To begin, write 10-20 skill statements that show your qualifications for the job you are targeting in your objective (or at least prove that you can learn how to do the job quickly). Regardless of which resume format you are using, you will attract employers by describing the skills you have that will address their need. Ultimately, the results that you can produce are the only thing that interests an employer. The following bulleted items are illustrations of skill statements that demonstrate quantified and specific results.

Initiated a new training program for resident assistants that increased their ability to identify freshmen students experiencing severe adjustment issues. After one year, there was a 15% increase in freshmen retention. Restructured lesson plans and developed a parent participation strategy that resulted in approximately 20% more parents attending the reading program with their at-risk children. Designed and implemented a new method of recruiting student volunteers, resulting in more enthusiasm and commitment from the students participating in a phone-a-thon fundraiser.

Each statement starts with a transferable skill name: initiated, restructured, designed and implemented (Here is a large list of transferable skill names that you can pick from). These words connote action. Use past tense for previous activities, experiences or acquired skills. Use present tense to refer to ongoing or current activities. The skill statement then describes how the skill was used and, most importantly, what result was achieved. While it is not always possible to quantify results, strive to give at least a subjective description of the results you produced.

Once you have written your skill statements, you are ready to begin a resume draft by placing those skills in the chosen format. For a chronological resume, your skill statements will go into a section entitled “Experience,” “Work Experience” or “Professional Experience.”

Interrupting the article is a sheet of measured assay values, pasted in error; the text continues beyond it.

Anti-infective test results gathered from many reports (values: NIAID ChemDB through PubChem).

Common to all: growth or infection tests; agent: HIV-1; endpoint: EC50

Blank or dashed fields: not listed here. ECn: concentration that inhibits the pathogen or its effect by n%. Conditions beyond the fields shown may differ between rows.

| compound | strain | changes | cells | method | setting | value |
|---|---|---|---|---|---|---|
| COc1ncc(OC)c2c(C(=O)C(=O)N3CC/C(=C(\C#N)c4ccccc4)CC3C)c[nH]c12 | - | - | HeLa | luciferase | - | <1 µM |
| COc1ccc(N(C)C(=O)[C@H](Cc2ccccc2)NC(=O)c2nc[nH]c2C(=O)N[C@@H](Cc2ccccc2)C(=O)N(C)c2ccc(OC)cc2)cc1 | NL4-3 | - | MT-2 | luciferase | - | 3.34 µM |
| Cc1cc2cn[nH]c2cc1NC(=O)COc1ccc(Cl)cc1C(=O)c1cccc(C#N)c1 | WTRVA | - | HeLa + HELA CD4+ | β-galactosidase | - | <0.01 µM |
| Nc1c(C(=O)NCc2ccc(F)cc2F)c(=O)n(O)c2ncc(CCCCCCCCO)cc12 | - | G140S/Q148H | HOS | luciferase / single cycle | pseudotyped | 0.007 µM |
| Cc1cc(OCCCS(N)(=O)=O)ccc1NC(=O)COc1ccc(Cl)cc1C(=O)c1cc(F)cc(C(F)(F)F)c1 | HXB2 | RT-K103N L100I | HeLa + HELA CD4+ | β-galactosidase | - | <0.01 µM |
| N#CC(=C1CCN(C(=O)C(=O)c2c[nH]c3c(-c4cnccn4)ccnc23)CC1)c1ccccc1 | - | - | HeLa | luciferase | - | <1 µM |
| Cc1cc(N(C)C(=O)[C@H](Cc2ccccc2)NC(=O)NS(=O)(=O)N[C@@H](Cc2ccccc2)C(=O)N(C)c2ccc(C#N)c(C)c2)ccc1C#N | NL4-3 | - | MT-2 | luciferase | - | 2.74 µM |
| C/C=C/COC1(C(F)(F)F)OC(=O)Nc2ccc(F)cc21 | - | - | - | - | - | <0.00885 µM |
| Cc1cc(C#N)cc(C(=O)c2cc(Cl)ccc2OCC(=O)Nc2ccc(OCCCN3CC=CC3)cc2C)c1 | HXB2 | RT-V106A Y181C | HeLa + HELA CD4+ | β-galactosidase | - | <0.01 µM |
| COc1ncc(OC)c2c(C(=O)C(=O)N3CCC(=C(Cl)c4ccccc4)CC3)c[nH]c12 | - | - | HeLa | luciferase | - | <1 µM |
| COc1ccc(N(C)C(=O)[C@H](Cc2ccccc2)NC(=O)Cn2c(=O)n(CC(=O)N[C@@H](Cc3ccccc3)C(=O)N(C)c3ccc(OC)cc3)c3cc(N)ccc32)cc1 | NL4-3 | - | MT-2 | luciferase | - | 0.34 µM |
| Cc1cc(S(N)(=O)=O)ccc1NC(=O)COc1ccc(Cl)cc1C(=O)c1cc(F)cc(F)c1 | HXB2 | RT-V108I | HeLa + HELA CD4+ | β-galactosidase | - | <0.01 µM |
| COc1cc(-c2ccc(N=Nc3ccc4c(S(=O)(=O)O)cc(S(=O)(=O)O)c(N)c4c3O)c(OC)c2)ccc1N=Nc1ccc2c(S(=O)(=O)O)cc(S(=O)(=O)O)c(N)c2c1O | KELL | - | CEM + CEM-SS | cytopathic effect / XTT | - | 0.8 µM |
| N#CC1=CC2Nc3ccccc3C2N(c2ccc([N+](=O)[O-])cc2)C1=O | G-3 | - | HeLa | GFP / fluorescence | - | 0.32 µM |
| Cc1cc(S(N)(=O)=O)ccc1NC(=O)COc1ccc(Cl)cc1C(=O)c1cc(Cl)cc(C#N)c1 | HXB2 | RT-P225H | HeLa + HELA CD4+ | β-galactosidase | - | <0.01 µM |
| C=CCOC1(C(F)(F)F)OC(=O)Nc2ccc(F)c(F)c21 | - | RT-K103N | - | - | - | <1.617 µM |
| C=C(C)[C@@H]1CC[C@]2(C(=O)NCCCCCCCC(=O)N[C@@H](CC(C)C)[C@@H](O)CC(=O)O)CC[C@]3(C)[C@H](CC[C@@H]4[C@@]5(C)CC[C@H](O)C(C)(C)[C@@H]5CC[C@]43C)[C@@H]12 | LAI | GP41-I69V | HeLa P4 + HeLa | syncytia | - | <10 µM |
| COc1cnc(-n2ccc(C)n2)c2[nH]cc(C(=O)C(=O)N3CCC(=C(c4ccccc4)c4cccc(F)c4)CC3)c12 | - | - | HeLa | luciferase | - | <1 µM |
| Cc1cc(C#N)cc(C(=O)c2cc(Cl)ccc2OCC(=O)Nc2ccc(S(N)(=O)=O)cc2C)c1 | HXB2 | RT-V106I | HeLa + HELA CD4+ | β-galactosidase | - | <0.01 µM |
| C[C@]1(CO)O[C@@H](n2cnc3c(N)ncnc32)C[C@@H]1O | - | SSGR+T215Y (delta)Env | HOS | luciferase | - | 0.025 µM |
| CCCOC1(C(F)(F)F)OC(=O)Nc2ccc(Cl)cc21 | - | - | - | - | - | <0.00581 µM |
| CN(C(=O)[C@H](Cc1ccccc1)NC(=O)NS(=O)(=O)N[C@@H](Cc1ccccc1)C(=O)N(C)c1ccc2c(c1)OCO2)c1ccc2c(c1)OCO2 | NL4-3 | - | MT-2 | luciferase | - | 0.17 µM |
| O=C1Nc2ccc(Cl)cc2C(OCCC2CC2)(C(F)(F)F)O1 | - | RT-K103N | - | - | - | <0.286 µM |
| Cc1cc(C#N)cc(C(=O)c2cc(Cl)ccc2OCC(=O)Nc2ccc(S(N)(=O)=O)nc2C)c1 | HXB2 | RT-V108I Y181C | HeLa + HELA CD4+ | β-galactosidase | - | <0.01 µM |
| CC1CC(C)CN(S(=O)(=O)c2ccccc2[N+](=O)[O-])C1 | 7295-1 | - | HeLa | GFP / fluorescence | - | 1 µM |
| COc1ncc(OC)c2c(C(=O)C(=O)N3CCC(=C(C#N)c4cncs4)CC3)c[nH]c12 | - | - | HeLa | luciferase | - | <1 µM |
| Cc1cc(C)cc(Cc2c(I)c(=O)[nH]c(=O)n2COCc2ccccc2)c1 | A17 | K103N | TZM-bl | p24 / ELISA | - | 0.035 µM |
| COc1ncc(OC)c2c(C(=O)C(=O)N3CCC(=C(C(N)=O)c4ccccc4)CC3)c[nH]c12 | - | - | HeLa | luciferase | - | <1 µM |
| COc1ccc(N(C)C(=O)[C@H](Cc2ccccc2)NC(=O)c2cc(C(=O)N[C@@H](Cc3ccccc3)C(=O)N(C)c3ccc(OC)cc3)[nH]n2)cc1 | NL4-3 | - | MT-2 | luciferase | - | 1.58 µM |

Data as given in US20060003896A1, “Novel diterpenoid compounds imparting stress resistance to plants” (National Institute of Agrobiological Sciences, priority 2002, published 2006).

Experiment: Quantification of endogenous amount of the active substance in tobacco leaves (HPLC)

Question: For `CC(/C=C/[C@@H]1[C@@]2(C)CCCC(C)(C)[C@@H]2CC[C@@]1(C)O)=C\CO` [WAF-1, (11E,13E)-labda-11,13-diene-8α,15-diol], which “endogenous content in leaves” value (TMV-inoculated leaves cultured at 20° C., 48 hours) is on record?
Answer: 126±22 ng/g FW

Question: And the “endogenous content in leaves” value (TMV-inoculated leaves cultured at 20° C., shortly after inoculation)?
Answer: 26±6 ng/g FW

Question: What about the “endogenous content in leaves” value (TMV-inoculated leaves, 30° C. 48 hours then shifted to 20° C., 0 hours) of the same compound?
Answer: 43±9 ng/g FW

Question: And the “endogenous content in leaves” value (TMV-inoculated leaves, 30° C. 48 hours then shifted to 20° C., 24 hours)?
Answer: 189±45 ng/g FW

For a functional resume, you can use the title “Experience,” “Professional Experience” or “Relevant Experience.” If you are using a functional format you will also want to have a “Work History” section to provide the names of the companies for which you have worked, where they were located, the job titles you held, and the dates you worked at each company.

Include other information only if it is relevant to your job target. Other factors that can be included are professional memberships, publications, special honors, qualifying licenses, interests, volunteer activities, etc. (For your first resume, you may need to include some of this type of experience to fill up the resume page. As you gain more work experience, you can edit out the less relevant information.)

When editing your resume, remember that there should be a reason for everything you include; organize information in descending order of importance; use correct spelling (have someone proofread your final copy even if you are a good speller); do not abbreviate; avoid jargon, and, as a general rule, limit your resume to one page as a new college graduate.

Format your resume so it is visually appealing. Highlight key information by using boldfaced type or CAPITALIZING or underlining it. Bullets (large dots) are effective in drawing the employer's attention and eye to competencies, accomplishments and/ or achievements. Use white space for eye appeal and easy reading. Use a 11 or 12 point font so that it is easily readable by employers.

Persevere! Writing a good resume can be challenging and time-consuming, but it will pay off for you. As you write your skill statements, you are not only working on your resume, but you are also preparing yourself for future interviews. Developing your resume takes you through the essential process of learning how to connect your education and experience with prospective employers’ needs.

© Article copyright by Kevin and Kay Marie Brennfleck, www.ChristianCareerCenter.com. All rights reserved. The above information is intended for personal use only. No commercial use of this information is authorized without written permission.